Washington, District of Columbia
June 23, 1996
June 23, 1996
June 26, 1996
1.530.1 - 1.530.7
Writing and Publishing Your Way to Tenure
Rick Homkes Purdue University - Kokomo
New engineering and technology faculty have come into one of the best jobs in the world. They are able to teach and learn in a field they love. They have worked hard to achieve this position, as it took many years to get an advanced degree. For some, there were additional years acquiring practical knowledge and experience in industry. It often comes as a surprise when they realize that they have to work even harder to keep the position they have worked so hard to obtain. Publishing is an important part of this work. While a list of publications will not guarantee tenure, the lack of publications can seriously hurt chances for a favorable outcome. For some faculty, getting started in publishing is not a problem. A research background from graduate school can be used as a springboard, especially if there are graduate students available to help with the research. For others, however, including most technology faculty, undergraduate teaching is the main purpose in their academic life. They have a different situation with respect to how and where to publish. There are rankings (written or unwritten) of publications that must be learned as some publications count more than others in the tenure decision process. Some institutions endorse publications supporting the teaching and course development missions as well as pure research, while others view them as less valuable. Additional issues, such as co- authoring, mentoring, and inter-disciplinary work, must also be faced. This paper discusses these issues from the perspective of a fifth-year faculty member who is currently going through the tenure decision process. Tips on how to get started, where to look for publication venues, and how to handle rejection are given, along with ideas on how to present and enhance the publications list in the promotion and tenure document.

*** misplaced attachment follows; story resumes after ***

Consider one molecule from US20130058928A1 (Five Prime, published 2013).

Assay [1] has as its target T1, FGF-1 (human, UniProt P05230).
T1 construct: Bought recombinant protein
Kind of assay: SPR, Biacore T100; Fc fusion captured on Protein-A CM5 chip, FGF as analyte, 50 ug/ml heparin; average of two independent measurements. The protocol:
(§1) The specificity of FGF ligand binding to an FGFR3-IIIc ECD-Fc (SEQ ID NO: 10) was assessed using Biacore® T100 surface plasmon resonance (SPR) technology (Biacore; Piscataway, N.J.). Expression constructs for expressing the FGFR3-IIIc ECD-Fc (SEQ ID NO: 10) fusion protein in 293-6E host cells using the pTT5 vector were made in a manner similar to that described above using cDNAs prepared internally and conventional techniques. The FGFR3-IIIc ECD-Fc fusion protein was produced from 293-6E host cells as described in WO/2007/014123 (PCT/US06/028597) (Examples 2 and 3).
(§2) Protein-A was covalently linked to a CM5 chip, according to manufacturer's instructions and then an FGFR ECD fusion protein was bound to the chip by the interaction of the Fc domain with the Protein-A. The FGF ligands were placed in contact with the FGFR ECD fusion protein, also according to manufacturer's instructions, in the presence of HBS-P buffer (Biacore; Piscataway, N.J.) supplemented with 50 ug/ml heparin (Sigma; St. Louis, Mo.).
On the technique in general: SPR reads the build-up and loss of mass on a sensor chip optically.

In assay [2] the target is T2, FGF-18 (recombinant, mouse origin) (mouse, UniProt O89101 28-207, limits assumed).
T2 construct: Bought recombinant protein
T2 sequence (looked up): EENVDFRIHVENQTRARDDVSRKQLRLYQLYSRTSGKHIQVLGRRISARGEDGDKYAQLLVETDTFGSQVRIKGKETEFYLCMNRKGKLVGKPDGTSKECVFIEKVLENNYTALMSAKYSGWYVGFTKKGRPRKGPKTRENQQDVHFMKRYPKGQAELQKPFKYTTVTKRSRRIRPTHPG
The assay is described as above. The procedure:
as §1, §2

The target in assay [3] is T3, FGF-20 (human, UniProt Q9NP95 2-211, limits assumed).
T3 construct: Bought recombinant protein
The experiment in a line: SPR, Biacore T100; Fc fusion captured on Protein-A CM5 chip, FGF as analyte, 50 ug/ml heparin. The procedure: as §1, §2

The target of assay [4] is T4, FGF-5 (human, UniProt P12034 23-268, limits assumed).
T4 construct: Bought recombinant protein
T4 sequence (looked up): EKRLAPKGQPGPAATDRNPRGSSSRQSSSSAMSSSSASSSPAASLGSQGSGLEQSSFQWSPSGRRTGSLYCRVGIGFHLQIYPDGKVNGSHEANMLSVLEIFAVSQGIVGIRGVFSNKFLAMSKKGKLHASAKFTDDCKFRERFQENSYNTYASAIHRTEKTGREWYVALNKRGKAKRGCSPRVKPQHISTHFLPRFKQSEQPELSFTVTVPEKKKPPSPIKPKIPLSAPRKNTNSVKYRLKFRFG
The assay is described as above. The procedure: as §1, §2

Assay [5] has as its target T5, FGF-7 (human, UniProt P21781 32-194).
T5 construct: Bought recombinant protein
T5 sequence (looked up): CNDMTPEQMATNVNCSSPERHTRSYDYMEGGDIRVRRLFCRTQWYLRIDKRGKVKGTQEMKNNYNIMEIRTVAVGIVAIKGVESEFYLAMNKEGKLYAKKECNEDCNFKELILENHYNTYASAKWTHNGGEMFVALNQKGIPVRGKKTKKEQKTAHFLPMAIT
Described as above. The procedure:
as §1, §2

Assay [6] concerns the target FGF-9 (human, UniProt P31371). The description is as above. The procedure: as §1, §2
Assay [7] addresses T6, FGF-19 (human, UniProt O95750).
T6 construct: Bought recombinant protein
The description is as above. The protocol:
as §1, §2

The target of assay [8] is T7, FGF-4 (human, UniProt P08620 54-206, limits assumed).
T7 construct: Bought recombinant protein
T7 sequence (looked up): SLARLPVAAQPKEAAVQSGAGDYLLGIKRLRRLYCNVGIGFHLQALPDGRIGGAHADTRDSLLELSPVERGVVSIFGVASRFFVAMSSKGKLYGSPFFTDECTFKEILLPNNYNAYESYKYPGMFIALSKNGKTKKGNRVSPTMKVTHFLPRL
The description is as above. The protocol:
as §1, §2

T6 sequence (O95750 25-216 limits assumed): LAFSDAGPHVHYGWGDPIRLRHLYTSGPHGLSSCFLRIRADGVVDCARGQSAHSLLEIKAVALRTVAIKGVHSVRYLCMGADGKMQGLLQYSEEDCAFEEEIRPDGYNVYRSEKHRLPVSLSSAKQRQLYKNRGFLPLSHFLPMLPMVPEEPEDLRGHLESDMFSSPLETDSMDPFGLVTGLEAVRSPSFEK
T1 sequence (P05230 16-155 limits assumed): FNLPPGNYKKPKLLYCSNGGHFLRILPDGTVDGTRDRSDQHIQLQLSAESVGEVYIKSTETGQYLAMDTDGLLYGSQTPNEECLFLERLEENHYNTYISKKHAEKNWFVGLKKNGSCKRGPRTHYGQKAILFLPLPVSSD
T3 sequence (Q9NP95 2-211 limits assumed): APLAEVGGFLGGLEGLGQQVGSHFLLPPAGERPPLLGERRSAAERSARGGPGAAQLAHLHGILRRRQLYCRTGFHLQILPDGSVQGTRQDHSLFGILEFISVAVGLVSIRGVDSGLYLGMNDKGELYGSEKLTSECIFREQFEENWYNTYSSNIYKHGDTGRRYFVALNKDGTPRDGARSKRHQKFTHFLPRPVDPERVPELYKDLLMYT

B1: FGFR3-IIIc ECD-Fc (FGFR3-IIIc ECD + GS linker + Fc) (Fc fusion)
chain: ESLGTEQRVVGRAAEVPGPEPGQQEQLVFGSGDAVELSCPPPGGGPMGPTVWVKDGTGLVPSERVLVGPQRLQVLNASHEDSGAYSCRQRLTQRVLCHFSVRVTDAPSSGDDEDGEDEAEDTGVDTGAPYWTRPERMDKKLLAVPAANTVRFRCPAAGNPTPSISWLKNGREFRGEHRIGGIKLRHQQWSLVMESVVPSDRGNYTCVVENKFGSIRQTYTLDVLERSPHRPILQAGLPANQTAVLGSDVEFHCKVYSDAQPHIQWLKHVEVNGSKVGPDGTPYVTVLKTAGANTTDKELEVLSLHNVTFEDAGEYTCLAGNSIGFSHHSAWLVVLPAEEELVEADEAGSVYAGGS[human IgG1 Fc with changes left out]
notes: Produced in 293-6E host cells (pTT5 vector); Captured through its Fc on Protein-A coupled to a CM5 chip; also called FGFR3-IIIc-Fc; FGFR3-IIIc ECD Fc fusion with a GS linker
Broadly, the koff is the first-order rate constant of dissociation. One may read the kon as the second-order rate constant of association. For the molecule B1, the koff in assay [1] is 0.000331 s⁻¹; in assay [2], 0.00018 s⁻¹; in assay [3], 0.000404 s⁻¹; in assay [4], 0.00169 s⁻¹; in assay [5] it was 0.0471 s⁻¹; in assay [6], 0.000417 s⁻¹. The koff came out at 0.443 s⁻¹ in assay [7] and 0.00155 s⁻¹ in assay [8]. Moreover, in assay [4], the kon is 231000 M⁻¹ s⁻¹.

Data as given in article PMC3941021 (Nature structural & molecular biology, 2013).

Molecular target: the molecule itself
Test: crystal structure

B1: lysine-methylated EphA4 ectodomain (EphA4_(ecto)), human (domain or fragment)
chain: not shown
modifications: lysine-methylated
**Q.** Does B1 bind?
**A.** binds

The Tenure Track
Obtaining a tenure track position at the university of choice is a real joy. The next hurdle, you quickly realize, is that you must obtain tenure in order to stay. Tenure soon becomes the “Holy Grail” that the new assistant professor quests after, sometimes without knowing exactly what it is. Tenure, an old concept related to academic freedom, is most often defined in accordance with guidelines from the American Association of University Professors (AAUP). A summary of these guidelines follows:
1) The purposes of tenure are to provide for freedom in teaching, research, and outside activities and for economic security in order to attract people into the profession. 2) Tenure is defined as permanent and continuous except for age or retirement. 3) Dismissal can be for adequate cause only. 4) Financial exigencies, when given as adequate cause for dismissal, must be demonstrably bona fide.
1996 ASEE Annual Conference Proceedings
Homkes, R. L. (1996, June), Writing And Publishing Your Way To Tenure Paper presented at 1996 Annual Conference, Washington, District of Columbia. https://peer.asee.org/6405
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